To cook:

350 degrees. Cut the lemon in half and put it in the turkey. Add a new quartered onion and two new stalks of celery around the turkey. Add 1/4 cup of white wine. I like to add some of the brine water as well to help it stay moist. Cook the bird breast side down for 45 minutes. Then cook for 15 to 20 minutes a pound. The only problem with this method is that the bird doesn't get crispy brown, but the hot water helps to cook the little bit of fat off. If you want your bird to be brown, take it out of the brine for the last 45 minutes and kick the temp up to 450.

Gravy:

Cook the entrails in 2 tablespoons of butter until fully cooked.
throw away the organs and add 1/4 cup of flour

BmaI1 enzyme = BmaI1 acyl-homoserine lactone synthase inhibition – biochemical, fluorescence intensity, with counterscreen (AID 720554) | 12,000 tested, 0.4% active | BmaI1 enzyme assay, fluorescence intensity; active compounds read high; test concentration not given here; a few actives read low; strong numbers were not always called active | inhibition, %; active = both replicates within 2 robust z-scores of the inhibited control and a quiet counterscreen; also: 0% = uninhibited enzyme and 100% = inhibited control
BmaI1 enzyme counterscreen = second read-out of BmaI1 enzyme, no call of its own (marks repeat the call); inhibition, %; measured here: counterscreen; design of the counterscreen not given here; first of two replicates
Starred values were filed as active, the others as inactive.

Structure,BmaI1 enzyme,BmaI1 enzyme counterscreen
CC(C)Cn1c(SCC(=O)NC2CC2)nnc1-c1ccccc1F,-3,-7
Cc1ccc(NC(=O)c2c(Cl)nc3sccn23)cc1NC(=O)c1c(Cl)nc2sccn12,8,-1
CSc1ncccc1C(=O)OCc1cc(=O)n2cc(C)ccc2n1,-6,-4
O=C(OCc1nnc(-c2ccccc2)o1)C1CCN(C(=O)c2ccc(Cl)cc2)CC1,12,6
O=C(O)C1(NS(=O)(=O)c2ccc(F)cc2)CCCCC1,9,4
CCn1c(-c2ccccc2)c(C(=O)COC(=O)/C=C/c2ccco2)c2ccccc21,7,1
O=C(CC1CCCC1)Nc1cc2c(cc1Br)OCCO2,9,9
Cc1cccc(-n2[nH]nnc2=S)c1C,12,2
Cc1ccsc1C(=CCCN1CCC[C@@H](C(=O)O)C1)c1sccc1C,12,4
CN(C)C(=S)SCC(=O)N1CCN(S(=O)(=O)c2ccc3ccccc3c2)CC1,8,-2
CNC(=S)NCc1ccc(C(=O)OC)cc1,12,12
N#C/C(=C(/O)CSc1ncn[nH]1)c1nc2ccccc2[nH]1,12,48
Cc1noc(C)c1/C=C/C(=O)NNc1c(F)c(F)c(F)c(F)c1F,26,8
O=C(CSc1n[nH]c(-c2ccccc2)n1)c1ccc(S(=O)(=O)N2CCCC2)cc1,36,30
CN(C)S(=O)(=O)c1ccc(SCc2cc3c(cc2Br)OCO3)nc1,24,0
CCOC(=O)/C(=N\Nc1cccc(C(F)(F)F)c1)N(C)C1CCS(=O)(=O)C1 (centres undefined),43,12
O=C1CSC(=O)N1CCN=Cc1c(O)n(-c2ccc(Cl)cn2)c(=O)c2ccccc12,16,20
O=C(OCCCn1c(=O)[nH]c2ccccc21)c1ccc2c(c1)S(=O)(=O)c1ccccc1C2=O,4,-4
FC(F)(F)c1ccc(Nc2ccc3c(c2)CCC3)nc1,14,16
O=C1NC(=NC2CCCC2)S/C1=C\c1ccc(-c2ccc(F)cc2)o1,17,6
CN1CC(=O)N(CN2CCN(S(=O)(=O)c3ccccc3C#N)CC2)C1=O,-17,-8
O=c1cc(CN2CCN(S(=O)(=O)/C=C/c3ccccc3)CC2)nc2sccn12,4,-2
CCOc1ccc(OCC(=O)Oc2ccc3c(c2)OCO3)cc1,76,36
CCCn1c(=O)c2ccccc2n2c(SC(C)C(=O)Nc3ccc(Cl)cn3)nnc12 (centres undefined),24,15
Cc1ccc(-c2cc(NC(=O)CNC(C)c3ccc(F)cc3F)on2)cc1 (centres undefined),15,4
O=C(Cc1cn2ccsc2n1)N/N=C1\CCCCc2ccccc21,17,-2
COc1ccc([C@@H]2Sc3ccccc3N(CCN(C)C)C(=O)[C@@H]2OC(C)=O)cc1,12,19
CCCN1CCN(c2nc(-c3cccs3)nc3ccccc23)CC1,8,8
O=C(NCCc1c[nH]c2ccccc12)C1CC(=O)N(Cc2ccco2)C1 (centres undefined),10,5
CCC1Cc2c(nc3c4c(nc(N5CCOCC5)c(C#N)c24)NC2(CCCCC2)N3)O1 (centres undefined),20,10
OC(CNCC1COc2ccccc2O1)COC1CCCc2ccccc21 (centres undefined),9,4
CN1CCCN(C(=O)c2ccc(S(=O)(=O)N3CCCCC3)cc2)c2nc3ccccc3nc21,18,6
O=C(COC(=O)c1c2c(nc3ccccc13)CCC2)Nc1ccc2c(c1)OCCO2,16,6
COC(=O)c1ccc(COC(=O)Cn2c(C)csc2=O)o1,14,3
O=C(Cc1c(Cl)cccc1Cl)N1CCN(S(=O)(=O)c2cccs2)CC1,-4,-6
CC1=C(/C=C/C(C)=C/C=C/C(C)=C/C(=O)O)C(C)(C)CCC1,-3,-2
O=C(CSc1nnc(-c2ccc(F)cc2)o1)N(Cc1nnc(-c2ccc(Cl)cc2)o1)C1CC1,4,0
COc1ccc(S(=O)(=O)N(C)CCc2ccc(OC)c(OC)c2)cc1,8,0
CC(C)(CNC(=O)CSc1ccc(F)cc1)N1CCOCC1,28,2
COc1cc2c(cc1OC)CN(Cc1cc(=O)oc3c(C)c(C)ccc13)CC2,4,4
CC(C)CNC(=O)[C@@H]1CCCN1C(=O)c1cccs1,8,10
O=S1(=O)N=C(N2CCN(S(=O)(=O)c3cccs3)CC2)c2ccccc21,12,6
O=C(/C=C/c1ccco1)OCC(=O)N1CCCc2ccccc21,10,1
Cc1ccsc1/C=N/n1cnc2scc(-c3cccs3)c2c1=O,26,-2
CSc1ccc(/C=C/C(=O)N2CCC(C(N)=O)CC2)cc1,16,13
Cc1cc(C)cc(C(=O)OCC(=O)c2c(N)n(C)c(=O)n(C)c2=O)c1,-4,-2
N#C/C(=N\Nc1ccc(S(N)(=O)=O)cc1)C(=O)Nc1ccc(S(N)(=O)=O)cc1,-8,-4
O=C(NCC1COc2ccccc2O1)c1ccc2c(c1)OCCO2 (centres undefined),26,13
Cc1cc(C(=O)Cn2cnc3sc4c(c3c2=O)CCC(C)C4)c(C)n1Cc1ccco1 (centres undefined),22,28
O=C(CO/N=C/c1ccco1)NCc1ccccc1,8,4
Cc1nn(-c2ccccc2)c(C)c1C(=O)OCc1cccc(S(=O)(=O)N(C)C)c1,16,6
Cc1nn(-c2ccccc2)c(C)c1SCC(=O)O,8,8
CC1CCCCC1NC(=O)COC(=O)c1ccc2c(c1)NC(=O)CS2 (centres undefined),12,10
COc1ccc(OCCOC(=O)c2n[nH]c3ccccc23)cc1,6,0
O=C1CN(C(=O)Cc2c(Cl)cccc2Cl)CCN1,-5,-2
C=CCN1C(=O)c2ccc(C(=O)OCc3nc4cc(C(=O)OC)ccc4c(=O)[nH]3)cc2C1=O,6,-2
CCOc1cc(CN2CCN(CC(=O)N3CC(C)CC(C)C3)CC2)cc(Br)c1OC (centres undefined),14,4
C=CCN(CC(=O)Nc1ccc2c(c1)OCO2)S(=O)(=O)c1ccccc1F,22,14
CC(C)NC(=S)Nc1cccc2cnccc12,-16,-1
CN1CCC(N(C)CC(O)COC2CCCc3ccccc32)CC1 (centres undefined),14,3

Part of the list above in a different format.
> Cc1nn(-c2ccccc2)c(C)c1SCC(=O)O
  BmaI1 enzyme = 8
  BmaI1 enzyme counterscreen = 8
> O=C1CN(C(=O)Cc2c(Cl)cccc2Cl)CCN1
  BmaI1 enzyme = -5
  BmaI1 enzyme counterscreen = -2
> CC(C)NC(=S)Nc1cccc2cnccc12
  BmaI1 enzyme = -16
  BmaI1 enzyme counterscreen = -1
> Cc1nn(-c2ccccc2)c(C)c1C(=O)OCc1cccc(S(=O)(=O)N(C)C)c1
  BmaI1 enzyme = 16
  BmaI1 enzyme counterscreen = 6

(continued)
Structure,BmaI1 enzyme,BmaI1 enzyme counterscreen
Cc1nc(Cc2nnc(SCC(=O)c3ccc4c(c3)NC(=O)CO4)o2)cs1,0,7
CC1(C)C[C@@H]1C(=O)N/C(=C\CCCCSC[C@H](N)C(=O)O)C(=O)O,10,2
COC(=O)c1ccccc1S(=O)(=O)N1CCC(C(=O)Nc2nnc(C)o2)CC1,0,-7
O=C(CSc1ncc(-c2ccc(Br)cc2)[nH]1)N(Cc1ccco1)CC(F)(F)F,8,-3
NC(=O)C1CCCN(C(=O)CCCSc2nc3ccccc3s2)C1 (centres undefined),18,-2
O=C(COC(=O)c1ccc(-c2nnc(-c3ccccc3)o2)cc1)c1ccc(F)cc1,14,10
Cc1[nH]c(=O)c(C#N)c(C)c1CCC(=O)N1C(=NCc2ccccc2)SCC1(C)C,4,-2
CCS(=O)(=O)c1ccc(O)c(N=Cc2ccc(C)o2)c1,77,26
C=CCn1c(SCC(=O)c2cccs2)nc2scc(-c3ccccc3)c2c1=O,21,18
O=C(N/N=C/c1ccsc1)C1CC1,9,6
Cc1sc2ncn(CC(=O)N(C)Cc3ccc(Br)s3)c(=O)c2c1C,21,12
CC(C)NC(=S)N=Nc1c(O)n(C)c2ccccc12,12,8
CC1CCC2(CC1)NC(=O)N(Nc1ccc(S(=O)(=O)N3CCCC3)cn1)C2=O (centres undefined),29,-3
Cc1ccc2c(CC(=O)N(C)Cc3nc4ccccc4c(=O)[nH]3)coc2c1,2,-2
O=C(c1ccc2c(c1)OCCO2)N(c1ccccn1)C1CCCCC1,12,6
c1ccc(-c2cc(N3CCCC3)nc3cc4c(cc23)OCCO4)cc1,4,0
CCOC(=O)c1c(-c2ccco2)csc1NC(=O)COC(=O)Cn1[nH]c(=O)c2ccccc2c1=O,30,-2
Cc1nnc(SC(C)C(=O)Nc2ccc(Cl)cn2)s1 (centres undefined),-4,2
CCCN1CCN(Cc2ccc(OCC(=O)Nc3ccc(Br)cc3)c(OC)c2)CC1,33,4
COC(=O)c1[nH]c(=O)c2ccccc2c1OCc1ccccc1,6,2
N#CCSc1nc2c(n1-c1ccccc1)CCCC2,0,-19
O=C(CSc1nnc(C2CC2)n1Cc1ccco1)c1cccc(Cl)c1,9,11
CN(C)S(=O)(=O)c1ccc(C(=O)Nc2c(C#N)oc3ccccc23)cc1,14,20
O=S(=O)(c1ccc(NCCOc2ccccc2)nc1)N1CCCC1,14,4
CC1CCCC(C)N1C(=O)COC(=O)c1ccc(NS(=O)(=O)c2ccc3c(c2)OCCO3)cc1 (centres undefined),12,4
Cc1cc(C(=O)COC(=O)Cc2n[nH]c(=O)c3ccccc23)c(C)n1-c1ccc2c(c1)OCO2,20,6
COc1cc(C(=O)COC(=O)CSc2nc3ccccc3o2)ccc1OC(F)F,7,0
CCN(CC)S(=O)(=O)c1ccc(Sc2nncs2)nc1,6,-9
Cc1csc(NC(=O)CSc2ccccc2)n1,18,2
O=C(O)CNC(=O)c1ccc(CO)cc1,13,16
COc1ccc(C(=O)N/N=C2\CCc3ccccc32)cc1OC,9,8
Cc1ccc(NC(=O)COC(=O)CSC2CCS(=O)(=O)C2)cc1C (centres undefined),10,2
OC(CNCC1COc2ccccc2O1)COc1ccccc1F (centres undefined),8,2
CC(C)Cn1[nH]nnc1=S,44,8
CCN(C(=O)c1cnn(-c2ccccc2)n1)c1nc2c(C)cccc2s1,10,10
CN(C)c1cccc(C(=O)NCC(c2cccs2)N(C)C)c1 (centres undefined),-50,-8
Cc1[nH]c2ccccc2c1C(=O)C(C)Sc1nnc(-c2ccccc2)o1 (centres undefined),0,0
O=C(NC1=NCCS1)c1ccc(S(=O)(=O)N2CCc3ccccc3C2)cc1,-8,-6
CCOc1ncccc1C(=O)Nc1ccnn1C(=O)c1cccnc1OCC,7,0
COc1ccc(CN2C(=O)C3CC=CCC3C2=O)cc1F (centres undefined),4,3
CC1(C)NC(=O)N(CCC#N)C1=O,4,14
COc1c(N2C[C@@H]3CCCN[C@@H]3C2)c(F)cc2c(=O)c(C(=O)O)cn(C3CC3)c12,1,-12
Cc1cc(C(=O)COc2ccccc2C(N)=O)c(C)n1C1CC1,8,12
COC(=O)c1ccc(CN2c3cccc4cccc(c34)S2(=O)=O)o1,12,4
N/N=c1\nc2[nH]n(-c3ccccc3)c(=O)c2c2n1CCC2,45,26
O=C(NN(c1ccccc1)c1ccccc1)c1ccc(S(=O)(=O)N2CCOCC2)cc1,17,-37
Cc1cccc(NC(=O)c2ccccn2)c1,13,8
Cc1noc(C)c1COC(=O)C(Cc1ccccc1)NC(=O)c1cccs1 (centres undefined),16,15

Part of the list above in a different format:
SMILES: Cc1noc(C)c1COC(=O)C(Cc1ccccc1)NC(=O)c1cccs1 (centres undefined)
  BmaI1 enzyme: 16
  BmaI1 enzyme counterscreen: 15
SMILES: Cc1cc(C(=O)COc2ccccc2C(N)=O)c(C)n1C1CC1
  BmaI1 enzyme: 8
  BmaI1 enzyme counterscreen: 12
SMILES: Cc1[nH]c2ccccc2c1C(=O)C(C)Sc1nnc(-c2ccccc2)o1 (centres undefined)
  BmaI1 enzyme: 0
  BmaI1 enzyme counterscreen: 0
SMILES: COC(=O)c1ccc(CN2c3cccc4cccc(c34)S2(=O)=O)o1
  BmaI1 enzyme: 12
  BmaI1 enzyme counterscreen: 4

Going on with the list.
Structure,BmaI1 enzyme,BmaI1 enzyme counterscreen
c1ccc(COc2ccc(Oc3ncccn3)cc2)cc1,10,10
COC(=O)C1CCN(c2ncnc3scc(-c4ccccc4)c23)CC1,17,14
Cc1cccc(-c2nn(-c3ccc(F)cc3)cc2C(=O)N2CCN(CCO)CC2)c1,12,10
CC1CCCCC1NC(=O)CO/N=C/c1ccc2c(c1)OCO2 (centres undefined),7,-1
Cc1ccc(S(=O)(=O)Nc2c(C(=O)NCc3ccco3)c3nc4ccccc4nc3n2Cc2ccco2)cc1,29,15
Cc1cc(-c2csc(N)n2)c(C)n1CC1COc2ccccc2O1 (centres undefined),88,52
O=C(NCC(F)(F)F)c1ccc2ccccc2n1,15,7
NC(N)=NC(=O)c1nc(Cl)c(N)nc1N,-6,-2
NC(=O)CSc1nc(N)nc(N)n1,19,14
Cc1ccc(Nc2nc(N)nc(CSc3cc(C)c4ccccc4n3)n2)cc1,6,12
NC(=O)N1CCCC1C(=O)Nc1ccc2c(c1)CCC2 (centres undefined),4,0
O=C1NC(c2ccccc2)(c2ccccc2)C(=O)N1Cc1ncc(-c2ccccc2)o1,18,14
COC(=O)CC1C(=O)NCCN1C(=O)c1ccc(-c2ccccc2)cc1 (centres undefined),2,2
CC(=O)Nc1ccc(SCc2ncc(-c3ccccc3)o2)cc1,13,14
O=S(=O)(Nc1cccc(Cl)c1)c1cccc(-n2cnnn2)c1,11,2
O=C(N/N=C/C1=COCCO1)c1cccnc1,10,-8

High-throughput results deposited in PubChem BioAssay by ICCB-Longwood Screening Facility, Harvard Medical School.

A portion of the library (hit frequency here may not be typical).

Add the juices from the turkey slowly

I am very critical of anything that I cook, and I am so satisfied with how all of this has worked out that I have no interest in experimenting for the next few years at least.
 
2012-11-16 08:53:50 AM  

buckler: Purelilac: buckler: i gotta see if I can find a way to make a teeny Thanksgiving meal just for myself that still provides me the chance of leftovers. The best bit.

A package of turkey legs, a box of stove- top with add-ins, a baked sweet potato, a can of cranberry sauce, a small tube of popinfresh rolls. You could go nuts and throw a can of cream of mushroom soup into a can of green beans. Throw it all in the oven as needed and eat for days.

I have to say it was a serious comment, but that I never expected a serious response. I do prefer white meat, though.